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the experience of reading in Britain, from 1450 to 1945...

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Listings for Author:  

William Cowper


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William Cowper : unknown

'My father reads Cowper to us in the evening, to which I listen when I can.'

Century: 1700-1799     Reader/Listener/Group: George Austen      Print: Book


William Cowper : The Negro's complaint

Complete transcript of Cowper's poem.

Century: 1800-1849     Reader/Listener/Group: Anon      


William Cowper : My Father! When I learned that thou was Dead

Transcription of Cowper's poem and ''By W. Cowper'.

Century: 1800-1849     Reader/Listener/Group: B.A.T. Herbert      


William Cowper : 

Continued Perry's French Revolution and read Cowper

Century: 1800-1849     Reader/Listener/Group: I.G.      Print: Book


William Cowper : The Task, Book IV

I never framed a wish or formed a plan that flattered mewith hopes of earthly bliss. But thou wert there. [rewriting of lines 695-697 of Book IV]

Century: 1800-1849     Reader/Listener/Group: member of Carey/Maingay group     


William Cowper : 

'Shakespeare incited his appetite for poetry: Cowper, Pope, Dryden, Goldsmith, Thomson, Byron. Not only were they more interesting than the fifty volumes of Wesley's Christian Library: eventually Barker realised that "the reason why I could not understand them was, that there was nothing to be understood - that the books were made up of words, and commonplace errors and mystical and nonsensical expressions, and that there was no light or truth in them". When his superintendent searched his lodgings and found Shakespeare and Byron there, Barker was hauled before a disciplinary committee'.

Century: 1800-1849     Reader/Listener/Group: Joseph Barker      Print: Book


William Cowper : On the Loss of the Royal George

'Shortly after its first appearance in Hayley's Life and Posthumous Writings of Cowper (1803), Lamb copied ... out ['On the Loss of the Royal George'] in a letter to W[ordsworth] of 5 March ... On 31 March Lamb copied the same poem into C[oleridge]'s notebook.'

Century: 1800-1849     Reader/Listener/Group: Charles Lamb      Print: Book


William Cowper : Friendship

In letter to Edward Noel Long, 23 February 1807 Byron transcribes lines 91-96 of William Cowper, "Friendship" (as in 1803 edition of poem).

Century: 1800-1849     Reader/Listener/Group: George Gordon, Lord Byron      


William Cowper : 

'orphanage boy Thomas Burke... devoured books until "my mind became a lumber room". Inevitably, "criticism was beyond me; the hungry man has no time for the fastidiousness of the epicure. I was hypnotised by the word Poet. A poem by Keats (some trifle never meant for print) was a poem by Keats. Pope, Cowper and Kirke White and Mrs Hemans and Samuel Rogers were Poets. That was enough."'

Century: 1850-1899     Reader/Listener/Group: Thomas Burke      Print: Unknown


William Cowper : 

'[J.M. Dent's] reading was marked by the autodidact's characteristic enthusiasm and spottiness. He knew Pilgrim's Progress, Milton, Cowper, Thomson's Seasons and Young's Night Thoughts; but...did not read Shakespeare seriously until he was nearly thirty'.

Century: 1850-1899     Reader/Listener/Group: Joseph Malaby Dent      Print: Book


William Cowper : Retirement

[Letter to Sarah Maclean, dated Monday 21 June 1824] Your being so fond of Cowper tells me half of your character- How passing sweet were solitude with such an one! "Well born- apart from vulgar minds- the polish of the manners clear" '[quotation from lines 728-733 of'Retirement' by Cowper].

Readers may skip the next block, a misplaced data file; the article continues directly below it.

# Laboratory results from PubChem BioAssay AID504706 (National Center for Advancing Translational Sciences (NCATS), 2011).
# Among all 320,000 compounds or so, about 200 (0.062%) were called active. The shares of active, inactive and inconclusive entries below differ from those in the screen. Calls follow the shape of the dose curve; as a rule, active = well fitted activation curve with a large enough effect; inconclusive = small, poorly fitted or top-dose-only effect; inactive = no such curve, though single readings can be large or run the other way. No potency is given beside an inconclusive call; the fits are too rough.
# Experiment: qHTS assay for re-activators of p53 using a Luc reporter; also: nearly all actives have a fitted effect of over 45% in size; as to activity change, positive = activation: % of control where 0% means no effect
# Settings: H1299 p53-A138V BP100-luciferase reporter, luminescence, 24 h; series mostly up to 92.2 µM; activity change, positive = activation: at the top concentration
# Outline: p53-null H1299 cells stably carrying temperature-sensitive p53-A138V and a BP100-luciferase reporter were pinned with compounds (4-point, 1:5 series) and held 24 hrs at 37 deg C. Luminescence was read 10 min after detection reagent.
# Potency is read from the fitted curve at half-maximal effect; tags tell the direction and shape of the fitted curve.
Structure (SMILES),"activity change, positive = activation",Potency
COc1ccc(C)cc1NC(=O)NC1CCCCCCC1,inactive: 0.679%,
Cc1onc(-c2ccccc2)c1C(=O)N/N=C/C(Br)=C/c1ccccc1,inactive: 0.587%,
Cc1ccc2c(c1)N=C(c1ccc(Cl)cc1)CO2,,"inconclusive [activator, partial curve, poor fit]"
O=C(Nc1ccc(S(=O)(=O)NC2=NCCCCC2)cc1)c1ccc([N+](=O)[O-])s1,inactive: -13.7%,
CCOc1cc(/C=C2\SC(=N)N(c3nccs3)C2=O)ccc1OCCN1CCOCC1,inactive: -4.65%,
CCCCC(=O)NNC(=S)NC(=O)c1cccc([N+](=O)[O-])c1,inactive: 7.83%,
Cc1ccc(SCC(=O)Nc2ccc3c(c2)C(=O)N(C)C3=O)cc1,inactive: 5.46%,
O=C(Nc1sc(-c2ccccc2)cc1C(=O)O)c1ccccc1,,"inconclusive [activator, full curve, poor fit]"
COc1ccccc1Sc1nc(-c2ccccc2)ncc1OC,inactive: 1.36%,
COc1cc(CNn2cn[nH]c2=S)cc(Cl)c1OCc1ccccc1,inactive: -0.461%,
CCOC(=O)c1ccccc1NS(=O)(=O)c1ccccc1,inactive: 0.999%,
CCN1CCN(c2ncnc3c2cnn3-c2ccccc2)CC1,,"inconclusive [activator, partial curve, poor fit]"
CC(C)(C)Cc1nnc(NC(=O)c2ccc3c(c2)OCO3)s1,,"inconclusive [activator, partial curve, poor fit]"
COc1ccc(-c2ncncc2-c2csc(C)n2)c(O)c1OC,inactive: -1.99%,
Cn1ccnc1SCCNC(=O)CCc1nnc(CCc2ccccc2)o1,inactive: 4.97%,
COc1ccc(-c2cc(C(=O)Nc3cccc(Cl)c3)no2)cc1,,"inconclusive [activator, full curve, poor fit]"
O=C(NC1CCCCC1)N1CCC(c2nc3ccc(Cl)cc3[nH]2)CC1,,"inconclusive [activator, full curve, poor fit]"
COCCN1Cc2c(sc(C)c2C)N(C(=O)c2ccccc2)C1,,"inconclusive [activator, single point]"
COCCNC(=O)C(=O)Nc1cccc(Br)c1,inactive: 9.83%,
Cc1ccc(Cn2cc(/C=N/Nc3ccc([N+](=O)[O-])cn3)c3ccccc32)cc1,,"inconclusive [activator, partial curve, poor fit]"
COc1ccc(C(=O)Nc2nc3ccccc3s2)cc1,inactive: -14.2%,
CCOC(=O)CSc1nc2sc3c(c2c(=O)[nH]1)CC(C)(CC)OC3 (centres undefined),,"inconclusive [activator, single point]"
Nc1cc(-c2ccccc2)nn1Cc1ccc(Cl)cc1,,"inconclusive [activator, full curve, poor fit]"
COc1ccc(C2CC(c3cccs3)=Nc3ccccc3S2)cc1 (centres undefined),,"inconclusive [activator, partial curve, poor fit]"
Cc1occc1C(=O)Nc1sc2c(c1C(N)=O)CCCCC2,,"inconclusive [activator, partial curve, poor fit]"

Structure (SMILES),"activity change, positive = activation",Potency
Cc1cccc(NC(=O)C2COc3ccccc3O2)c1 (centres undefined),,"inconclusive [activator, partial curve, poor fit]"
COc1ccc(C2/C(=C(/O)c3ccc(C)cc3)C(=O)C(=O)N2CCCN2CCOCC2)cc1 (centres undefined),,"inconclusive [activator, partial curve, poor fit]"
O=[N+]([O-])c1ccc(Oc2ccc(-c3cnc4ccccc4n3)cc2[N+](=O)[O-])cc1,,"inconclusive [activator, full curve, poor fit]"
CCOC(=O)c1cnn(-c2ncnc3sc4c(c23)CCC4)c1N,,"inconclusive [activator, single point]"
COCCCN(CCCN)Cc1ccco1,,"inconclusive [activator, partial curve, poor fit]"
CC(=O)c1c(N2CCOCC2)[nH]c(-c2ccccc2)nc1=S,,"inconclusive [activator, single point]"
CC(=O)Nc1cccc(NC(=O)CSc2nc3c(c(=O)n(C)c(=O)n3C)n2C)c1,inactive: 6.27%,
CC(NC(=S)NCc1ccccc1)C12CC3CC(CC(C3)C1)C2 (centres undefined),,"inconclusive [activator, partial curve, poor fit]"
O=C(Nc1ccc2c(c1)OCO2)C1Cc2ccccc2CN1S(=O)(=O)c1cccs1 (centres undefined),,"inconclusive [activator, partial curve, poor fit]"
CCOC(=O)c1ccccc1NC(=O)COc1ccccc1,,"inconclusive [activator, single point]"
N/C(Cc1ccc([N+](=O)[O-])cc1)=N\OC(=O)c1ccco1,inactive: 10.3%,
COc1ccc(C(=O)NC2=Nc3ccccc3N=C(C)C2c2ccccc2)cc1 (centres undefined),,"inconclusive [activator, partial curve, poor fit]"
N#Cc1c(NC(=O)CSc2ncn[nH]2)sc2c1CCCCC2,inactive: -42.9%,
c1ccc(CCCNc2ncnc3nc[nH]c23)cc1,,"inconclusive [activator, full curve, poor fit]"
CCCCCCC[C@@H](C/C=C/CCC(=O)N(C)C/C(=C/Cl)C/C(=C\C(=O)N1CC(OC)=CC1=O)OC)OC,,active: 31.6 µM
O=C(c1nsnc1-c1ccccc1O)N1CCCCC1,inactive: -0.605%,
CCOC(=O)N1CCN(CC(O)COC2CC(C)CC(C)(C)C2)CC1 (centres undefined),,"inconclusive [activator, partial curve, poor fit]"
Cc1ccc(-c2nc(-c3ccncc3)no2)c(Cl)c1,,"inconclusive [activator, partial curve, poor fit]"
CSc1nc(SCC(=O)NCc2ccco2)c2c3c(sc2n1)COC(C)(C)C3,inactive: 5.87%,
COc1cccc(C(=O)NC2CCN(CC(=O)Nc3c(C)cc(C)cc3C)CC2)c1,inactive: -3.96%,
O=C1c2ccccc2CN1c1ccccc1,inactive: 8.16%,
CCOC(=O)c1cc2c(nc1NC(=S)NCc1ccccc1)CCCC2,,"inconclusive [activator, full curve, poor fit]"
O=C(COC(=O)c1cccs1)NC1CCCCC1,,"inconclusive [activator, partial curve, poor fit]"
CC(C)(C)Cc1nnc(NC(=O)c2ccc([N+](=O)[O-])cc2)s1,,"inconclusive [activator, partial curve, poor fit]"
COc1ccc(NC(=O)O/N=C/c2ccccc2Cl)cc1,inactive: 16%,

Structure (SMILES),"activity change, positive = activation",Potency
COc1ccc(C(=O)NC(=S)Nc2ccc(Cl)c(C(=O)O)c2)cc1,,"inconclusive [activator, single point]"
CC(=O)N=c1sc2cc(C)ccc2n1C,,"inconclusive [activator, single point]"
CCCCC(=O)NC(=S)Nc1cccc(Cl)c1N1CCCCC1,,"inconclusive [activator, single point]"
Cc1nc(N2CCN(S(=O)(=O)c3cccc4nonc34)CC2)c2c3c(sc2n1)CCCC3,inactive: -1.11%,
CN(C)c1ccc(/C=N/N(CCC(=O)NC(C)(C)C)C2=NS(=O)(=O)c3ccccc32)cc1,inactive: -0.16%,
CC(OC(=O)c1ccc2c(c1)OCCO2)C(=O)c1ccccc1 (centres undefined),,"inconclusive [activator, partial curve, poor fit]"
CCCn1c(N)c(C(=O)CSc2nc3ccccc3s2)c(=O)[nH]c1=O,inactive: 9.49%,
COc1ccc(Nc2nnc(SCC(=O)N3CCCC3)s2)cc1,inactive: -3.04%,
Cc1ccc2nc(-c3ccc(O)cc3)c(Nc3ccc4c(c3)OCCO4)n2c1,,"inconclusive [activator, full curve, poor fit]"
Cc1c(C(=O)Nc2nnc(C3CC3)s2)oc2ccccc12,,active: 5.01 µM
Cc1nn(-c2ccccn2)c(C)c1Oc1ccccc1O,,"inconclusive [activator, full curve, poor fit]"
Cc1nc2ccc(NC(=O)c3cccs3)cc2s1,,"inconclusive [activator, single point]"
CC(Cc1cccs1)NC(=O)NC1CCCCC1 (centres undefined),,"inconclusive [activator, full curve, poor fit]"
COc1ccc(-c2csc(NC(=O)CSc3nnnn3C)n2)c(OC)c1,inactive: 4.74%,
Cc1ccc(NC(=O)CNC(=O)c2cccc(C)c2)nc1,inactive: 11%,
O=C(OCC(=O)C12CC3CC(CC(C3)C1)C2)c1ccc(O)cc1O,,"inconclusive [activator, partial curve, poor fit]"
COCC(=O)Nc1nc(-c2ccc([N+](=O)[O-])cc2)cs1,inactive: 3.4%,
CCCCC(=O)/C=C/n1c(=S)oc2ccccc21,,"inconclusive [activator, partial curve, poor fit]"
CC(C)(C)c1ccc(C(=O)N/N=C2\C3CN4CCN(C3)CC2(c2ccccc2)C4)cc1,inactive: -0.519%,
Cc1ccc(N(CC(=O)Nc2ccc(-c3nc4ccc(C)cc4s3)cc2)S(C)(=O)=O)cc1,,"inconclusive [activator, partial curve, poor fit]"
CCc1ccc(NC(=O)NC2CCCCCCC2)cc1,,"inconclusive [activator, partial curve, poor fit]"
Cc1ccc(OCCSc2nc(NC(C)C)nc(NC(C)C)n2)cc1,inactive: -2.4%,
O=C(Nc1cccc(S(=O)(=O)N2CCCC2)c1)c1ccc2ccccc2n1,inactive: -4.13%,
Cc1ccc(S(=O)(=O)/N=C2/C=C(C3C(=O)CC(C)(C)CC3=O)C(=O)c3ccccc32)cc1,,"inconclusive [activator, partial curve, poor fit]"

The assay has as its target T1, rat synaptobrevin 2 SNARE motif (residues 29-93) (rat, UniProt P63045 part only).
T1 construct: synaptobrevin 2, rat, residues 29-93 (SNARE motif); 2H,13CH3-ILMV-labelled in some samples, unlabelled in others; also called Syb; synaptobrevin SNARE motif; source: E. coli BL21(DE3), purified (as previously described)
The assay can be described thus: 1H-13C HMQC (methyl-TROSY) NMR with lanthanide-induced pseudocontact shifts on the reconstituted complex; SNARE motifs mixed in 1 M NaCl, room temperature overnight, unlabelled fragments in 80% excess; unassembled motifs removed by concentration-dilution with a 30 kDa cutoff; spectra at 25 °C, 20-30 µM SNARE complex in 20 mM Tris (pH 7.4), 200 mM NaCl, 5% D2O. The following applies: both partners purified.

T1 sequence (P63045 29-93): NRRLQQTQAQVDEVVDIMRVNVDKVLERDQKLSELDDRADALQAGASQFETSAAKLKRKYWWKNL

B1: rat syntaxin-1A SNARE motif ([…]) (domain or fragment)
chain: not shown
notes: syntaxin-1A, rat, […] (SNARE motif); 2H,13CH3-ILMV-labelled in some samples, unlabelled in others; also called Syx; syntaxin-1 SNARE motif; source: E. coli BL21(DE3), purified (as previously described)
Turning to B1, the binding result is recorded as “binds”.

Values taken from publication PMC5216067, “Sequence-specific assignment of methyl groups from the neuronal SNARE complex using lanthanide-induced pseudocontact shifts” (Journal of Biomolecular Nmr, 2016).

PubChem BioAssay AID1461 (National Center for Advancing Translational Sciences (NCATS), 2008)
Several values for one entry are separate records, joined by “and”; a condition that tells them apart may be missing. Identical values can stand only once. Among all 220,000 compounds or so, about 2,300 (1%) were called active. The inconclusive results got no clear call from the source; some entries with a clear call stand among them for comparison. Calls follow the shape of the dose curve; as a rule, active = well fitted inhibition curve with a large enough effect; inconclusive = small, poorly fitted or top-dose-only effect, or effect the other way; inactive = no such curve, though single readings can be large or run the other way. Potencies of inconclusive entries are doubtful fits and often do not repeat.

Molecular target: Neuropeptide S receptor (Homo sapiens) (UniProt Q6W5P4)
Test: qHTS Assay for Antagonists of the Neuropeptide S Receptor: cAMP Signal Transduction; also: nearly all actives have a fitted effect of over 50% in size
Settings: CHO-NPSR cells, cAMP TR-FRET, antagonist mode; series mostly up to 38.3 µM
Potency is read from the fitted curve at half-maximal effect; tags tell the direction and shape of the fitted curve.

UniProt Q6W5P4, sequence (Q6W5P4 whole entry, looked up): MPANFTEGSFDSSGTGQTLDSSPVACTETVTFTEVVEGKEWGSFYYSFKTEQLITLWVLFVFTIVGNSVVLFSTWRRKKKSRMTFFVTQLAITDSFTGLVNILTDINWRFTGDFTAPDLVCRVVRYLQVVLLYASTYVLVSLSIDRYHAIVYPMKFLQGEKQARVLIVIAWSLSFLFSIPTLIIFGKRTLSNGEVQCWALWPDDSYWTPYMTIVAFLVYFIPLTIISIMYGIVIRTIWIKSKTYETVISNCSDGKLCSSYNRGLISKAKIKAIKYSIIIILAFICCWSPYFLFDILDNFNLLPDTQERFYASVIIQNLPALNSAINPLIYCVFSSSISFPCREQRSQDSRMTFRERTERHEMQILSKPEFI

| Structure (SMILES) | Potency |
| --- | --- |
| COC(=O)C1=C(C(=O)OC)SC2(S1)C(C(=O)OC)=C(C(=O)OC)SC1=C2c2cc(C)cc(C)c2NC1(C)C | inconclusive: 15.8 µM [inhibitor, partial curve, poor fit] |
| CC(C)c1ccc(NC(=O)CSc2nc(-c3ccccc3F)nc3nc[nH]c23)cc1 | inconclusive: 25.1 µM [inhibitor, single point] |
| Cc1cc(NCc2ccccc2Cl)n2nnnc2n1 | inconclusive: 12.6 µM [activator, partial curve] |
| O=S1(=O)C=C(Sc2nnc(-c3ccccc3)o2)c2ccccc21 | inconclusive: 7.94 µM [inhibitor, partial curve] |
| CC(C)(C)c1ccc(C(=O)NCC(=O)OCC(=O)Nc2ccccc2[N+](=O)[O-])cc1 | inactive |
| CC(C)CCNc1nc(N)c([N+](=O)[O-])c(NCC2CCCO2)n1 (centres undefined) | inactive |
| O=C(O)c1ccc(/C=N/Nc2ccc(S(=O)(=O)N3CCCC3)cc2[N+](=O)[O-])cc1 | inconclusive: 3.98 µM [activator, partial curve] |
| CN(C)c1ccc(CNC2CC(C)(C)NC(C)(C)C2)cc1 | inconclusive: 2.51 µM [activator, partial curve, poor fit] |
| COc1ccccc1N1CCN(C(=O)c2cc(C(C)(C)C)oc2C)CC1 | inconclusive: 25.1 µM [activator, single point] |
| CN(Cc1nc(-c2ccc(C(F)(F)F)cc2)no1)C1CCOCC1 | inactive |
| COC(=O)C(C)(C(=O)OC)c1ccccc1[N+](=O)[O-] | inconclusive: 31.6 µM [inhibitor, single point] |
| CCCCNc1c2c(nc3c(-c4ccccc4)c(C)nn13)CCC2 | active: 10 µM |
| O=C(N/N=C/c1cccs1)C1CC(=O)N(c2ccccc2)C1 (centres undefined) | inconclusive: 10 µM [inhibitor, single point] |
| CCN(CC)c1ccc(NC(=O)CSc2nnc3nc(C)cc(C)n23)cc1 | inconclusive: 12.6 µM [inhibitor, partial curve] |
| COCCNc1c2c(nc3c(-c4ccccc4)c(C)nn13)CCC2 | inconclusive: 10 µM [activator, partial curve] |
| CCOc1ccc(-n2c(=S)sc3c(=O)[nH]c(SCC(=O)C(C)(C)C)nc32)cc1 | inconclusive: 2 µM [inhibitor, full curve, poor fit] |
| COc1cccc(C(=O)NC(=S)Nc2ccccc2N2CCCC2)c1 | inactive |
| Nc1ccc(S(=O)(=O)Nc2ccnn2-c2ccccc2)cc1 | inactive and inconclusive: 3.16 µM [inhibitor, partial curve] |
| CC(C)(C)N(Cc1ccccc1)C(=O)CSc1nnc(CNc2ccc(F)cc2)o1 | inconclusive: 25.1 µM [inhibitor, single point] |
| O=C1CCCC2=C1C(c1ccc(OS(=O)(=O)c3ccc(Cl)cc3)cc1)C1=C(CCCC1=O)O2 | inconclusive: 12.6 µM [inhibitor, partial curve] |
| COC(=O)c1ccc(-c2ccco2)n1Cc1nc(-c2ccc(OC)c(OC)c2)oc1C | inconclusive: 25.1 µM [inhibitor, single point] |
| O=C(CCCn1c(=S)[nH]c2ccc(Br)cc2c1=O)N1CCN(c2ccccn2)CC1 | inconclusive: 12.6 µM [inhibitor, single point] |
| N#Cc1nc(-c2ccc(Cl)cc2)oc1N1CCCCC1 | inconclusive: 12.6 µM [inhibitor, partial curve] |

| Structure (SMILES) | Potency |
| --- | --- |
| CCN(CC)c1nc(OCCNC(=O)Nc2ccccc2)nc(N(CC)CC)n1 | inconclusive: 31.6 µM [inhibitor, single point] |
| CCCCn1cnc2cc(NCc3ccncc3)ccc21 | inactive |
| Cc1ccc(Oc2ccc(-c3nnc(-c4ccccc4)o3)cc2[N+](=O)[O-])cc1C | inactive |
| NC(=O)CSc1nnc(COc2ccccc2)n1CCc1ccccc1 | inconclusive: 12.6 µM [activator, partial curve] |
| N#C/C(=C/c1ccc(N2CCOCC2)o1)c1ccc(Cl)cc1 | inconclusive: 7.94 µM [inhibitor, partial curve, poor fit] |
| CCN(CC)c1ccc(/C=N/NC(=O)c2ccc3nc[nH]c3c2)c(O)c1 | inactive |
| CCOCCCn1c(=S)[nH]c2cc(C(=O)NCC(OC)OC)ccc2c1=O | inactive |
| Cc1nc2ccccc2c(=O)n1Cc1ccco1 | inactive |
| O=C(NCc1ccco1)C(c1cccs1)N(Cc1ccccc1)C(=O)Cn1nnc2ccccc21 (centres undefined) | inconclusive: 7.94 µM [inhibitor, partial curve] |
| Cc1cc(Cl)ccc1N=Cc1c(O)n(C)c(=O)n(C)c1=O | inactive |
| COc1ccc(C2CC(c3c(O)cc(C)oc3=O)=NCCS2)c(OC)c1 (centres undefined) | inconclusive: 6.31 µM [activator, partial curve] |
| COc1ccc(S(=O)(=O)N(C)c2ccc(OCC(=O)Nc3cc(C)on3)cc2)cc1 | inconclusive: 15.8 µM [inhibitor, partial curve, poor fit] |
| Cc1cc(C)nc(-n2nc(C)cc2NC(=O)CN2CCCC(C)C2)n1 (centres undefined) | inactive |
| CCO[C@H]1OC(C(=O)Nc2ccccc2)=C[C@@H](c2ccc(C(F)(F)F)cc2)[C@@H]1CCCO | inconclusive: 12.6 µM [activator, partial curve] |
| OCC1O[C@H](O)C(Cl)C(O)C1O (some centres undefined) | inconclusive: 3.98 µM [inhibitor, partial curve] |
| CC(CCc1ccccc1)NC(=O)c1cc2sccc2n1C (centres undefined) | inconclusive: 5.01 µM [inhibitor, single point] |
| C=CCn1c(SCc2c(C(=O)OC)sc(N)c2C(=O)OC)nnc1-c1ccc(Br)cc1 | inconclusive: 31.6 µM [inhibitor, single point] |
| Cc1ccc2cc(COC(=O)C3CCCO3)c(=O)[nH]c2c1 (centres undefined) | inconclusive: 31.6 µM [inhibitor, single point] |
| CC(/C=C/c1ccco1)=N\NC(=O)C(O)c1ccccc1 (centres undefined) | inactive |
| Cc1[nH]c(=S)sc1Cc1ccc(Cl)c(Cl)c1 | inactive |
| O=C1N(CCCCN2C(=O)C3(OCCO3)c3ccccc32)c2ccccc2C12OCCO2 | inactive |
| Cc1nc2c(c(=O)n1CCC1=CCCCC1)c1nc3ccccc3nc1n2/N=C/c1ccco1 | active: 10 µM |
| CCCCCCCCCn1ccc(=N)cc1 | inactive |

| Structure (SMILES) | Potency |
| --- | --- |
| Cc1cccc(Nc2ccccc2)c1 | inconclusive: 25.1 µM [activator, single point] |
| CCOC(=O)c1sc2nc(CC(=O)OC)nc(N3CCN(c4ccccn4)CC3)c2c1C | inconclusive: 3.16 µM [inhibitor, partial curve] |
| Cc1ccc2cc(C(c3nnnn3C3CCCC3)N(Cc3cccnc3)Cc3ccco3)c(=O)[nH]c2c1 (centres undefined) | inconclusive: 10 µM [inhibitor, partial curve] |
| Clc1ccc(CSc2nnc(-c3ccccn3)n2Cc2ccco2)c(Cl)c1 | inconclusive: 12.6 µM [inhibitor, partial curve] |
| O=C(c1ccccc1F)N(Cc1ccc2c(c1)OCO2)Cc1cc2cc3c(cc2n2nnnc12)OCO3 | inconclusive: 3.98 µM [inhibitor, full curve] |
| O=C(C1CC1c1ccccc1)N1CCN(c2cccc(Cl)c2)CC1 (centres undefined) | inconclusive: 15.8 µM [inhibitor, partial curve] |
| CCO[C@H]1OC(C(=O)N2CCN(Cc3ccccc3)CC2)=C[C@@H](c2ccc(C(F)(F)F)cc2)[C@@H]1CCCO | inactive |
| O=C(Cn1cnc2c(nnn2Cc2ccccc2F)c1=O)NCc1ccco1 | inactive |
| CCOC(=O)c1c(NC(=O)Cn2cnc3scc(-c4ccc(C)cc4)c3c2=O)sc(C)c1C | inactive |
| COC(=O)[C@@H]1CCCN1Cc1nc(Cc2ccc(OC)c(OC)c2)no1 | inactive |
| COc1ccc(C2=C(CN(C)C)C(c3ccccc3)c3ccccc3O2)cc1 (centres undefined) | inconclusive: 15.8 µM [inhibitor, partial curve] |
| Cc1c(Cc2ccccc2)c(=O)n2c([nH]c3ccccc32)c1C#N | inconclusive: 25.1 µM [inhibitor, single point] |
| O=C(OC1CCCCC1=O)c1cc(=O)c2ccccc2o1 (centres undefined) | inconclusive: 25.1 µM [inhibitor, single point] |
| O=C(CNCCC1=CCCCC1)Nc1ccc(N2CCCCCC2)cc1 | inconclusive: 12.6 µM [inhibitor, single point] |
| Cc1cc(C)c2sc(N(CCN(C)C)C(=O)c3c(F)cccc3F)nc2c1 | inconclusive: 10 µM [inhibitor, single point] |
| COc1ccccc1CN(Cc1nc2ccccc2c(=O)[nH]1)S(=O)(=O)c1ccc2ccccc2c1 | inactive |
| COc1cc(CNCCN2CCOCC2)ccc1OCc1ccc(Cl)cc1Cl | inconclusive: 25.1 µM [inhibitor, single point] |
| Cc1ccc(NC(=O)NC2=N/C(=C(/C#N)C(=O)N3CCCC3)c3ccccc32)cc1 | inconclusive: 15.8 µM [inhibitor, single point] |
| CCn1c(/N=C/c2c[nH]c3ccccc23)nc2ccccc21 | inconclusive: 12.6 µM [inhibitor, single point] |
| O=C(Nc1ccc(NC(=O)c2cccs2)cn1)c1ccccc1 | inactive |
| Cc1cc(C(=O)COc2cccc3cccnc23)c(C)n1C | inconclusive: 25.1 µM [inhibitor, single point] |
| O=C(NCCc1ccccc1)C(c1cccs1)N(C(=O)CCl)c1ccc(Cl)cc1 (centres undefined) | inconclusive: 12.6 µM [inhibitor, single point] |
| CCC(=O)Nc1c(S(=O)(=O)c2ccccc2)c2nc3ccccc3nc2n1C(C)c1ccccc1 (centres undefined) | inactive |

Century: 1800-1849     Reader/Listener/Group: Anne Lister      Print: Book


William Cowper : poetry

' ... [13-to-14-year-old Constance Maynard's] most intimate contact with reading .. took place ... in a secluded corner of the garden, where she haphazardly consumed Milton's sonnets, Cowper, Irving's Orations, and Tennyson ...'

Century: 1850-1899 / 1900-1945     Reader/Listener/Group: Constance Maynard      Print: Book


William Cowper : 

"The popular religious poet Frances Ridley Havergal claimed 'I do not think I was eight when I hit upon Cowper's lines, ending 'My father made them all!' That was what I wanted above all to be able to say ...'"

Century: 1800-1849 / 1850-1899     Reader/Listener/Group: Frances Ridley Havergal      Print: Unknown


William Cowper : The Task

H. J. Jackson notes political and critical remarks added by Anna Seward to copy of William Cowper, The Task.

Century: 1700-1799 / 1800-1849     Reader/Listener/Group: Anna Seward      Print: Book


William Cowper : 

'Soon Pritchett was reading Penny Poets editions of "Paradise Regained", Wordsworth's "Prelude", Cowper, and Coleridge. He formulated plans to become Poet Laureate by age twenty-one'.

Century: 1900-1945     Reader/Listener/Group: Victor Sawdon Pritchett      Print: Book


William Cowper : [poems]

?The gentle Cowper was my earliest favourite, a small second-hand copy of his poems, which I bought for eighteen pence, being the first book I bought for myself. It emptied my pocket, but I walked home, as I had walked to Newcastle (a distance some eighteen miles to and fro) with a light head, now and then reading as I fared along. Longfellow, Pope, Milton, Wordsworth and other poets were soon afterwards added to my little collection. I read them all. Many passages have clung to my memory, a life-long possession, giving, with their music, sometimes inspiration, sometimes solace in the conflicts and sorrows of life.?

Century: 1850-1899     Reader/Listener/Group: Thomas Burt      Print: Book


William Cowper : 

'In Dublin, she complained that she was not reading a great deal, but in the same breath remarked that books provided her only relaxation. She must have at least browsed in the volume of Cowper's poems and another of sermons by her friend John Hewlett which Johnson sent her. She told Everina at one point that she was reading "some philosophical lectures, and metaphysical sermons - for my own private improvement". These works could well have included the writings of Dr Price. The only writer in this field whom she singled out for comment, however, was the orthodox William Paley, whose "Principles of Moral and Political Philosophy" she commended to Eliza for its definition of virtue: "the doing good to mankind in obedience to the will of God, and for the sake of everlasting happiness".'